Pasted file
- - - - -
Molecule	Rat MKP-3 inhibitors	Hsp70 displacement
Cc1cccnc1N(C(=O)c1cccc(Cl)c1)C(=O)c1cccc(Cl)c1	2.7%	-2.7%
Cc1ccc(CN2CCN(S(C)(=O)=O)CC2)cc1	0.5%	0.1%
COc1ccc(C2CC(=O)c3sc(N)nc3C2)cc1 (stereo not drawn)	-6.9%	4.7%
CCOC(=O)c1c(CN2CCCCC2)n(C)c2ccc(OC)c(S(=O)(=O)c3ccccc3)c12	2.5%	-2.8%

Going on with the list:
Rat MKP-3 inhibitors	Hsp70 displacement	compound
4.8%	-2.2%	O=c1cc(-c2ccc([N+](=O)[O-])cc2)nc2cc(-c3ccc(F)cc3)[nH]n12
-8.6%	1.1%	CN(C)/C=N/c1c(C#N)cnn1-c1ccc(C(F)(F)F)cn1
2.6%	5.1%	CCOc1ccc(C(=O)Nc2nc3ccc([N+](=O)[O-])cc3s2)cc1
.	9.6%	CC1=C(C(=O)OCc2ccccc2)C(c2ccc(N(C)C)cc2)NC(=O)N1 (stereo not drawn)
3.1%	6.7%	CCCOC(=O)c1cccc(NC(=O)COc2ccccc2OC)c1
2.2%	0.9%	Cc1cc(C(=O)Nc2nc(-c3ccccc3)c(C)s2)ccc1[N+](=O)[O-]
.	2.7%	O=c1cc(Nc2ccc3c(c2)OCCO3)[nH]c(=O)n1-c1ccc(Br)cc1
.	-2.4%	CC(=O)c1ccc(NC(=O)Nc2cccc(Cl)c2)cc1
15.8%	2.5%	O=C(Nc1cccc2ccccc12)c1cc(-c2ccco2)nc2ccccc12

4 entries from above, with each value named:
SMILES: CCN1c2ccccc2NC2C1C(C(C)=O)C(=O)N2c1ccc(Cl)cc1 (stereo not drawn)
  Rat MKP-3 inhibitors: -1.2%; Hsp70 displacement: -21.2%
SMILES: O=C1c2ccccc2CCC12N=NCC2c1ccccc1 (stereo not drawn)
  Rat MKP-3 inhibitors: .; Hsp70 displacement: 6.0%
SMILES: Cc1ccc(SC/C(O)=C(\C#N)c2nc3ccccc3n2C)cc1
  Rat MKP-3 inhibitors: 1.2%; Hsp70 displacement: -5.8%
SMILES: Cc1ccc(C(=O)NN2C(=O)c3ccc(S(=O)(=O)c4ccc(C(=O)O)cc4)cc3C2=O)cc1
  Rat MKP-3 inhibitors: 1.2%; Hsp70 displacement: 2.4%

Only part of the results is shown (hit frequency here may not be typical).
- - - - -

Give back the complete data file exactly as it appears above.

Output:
Molecule	Rat MKP-3 inhibitors	Hsp70 displacement
Cc1cccnc1N(C(=O)c1cccc(Cl)c1)C(=O)c1cccc(Cl)c1	2.7%	-2.7%
Cc1ccc(CN2CCN(S(C)(=O)=O)CC2)cc1	0.5%	0.1%
COc1ccc(C2CC(=O)c3sc(N)nc3C2)cc1 (stereo not drawn)	-6.9%	4.7%
CCOC(=O)c1c(CN2CCCCC2)n(C)c2ccc(OC)c(S(=O)(=O)c3ccccc3)c12	2.5%	-2.8%

Going on with the list:
Rat MKP-3 inhibitors	Hsp70 displacement	compound
4.8%	-2.2%	O=c1cc(-c2ccc([N+](=O)[O-])cc2)nc2cc(-c3ccc(F)cc3)[nH]n12
-8.6%	1.1%	CN(C)/C=N/c1c(C#N)cnn1-c1ccc(C(F)(F)F)cn1
2.6%	5.1%	CCOc1ccc(C(=O)Nc2nc3ccc([N+](=O)[O-])cc3s2)cc1
.	9.6%	CC1=C(C(=O)OCc2ccccc2)C(c2ccc(N(C)C)cc2)NC(=O)N1 (stereo not drawn)
3.1%	6.7%	CCCOC(=O)c1cccc(NC(=O)COc2ccccc2OC)c1
2.2%	0.9%	Cc1cc(C(=O)Nc2nc(-c3ccccc3)c(C)s2)ccc1[N+](=O)[O-]
.	2.7%	O=c1cc(Nc2ccc3c(c2)OCCO3)[nH]c(=O)n1-c1ccc(Br)cc1
.	-2.4%	CC(=O)c1ccc(NC(=O)Nc2cccc(Cl)c2)cc1
15.8%	2.5%	O=C(Nc1cccc2ccccc12)c1cc(-c2ccco2)nc2ccccc12

4 entries from above, with each value named:
SMILES: CCN1c2ccccc2NC2C1C(C(C)=O)C(=O)N2c1ccc(Cl)cc1 (stereo not drawn)
  Rat MKP-3 inhibitors: -1.2%; Hsp70 displacement: -21.2%
SMILES: O=C1c2ccccc2CCC12N=NCC2c1ccccc1 (stereo not drawn)
  Rat MKP-3 inhibitors: .; Hsp70 displacement: 6.0%
SMILES: Cc1ccc(SC/C(O)=C(\C#N)c2nc3ccccc3n2C)cc1
  Rat MKP-3 inhibitors: 1.2%; Hsp70 displacement: -5.8%
SMILES: Cc1ccc(C(=O)NN2C(=O)c3ccc(S(=O)(=O)c4ccc(C(=O)O)cc4)cc3C2=O)cc1
  Rat MKP-3 inhibitors: 1.2%; Hsp70 displacement: 2.4%

Only part of the results is shown (hit frequency here may not be typical).